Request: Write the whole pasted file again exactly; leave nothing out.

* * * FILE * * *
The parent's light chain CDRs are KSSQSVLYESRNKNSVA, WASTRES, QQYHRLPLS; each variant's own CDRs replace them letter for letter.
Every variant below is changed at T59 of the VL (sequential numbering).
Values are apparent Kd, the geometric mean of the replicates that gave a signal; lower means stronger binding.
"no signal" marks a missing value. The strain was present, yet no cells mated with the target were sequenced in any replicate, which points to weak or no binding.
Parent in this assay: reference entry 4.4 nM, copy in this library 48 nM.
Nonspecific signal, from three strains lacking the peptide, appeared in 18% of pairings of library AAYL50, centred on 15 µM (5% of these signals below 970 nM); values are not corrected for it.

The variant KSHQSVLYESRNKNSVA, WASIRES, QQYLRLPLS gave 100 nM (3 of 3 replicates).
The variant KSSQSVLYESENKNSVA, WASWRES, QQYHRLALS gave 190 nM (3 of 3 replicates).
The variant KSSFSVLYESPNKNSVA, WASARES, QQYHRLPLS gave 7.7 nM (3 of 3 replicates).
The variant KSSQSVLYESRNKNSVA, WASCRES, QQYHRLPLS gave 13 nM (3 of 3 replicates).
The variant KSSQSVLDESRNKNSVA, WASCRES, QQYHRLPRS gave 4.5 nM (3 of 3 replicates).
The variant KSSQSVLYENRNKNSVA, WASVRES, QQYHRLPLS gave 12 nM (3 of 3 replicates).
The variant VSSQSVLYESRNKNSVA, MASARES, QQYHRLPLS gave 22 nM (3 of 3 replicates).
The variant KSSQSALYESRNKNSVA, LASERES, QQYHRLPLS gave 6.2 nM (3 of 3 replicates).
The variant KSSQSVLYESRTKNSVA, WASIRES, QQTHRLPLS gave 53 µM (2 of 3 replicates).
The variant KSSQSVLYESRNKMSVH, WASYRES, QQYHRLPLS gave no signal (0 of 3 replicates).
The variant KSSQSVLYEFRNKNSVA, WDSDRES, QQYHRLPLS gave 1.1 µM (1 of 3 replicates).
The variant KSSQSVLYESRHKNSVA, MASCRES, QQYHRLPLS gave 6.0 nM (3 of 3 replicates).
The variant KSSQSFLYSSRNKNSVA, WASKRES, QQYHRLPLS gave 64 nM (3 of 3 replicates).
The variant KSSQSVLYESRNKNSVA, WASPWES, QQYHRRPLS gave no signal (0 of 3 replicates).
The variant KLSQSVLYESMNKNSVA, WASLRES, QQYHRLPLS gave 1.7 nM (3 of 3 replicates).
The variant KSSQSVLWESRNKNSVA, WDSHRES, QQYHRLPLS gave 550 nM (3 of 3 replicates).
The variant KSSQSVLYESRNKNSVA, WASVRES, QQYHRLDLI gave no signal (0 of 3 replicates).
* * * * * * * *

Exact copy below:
The parent's light chain CDRs are KSSQSVLYESRNKNSVA, WASTRES, QQYHRLPLS; each variant's own CDRs replace them letter for letter.
Every variant below is changed at T59 of the VL (sequential numbering).
Values are apparent Kd, the geometric mean of the replicates that gave a signal; lower means stronger binding.
"no signal" marks a missing value. The strain was present, yet no cells mated with the target were sequenced in any replicate, which points to weak or no binding.
Parent in this assay: reference entry 4.4 nM, copy in this library 48 nM.
Nonspecific signal, from three strains lacking the peptide, appeared in 18% of pairings of library AAYL50, centred on 15 µM (5% of these signals below 970 nM); values are not corrected for it.

The variant KSHQSVLYESRNKNSVA, WASIRES, QQYLRLPLS gave 100 nM (3 of 3 replicates).
The variant KSSQSVLYESENKNSVA, WASWRES, QQYHRLALS gave 190 nM (3 of 3 replicates).
The variant KSSFSVLYESPNKNSVA, WASARES, QQYHRLPLS gave 7.7 nM (3 of 3 replicates).
The variant KSSQSVLYESRNKNSVA, WASCRES, QQYHRLPLS gave 13 nM (3 of 3 replicates).
The variant KSSQSVLDESRNKNSVA, WASCRES, QQYHRLPRS gave 4.5 nM (3 of 3 replicates).
The variant KSSQSVLYENRNKNSVA, WASVRES, QQYHRLPLS gave 12 nM (3 of 3 replicates).
The variant VSSQSVLYESRNKNSVA, MASARES, QQYHRLPLS gave 22 nM (3 of 3 replicates).
The variant KSSQSALYESRNKNSVA, LASERES, QQYHRLPLS gave 6.2 nM (3 of 3 replicates).
The variant KSSQSVLYESRTKNSVA, WASIRES, QQTHRLPLS gave 53 µM (2 of 3 replicates).
The variant KSSQSVLYESRNKMSVH, WASYRES, QQYHRLPLS gave no signal (0 of 3 replicates).
The variant KSSQSVLYEFRNKNSVA, WDSDRES, QQYHRLPLS gave 1.1 µM (1 of 3 replicates).
The variant KSSQSVLYESRHKNSVA, MASCRES, QQYHRLPLS gave 6.0 nM (3 of 3 replicates).
The variant KSSQSFLYSSRNKNSVA, WASKRES, QQYHRLPLS gave 64 nM (3 of 3 replicates).
The variant KSSQSVLYESRNKNSVA, WASPWES, QQYHRRPLS gave no signal (0 of 3 replicates).
The variant KLSQSVLYESMNKNSVA, WASLRES, QQYHRLPLS gave 1.7 nM (3 of 3 replicates).
The variant KSSQSVLWESRNKNSVA, WDSHRES, QQYHRLPLS gave 550 nM (3 of 3 replicates).
The variant KSSQSVLYESRNKNSVA, WASVRES, QQYHRLDLI gave no signal (0 of 3 replicates).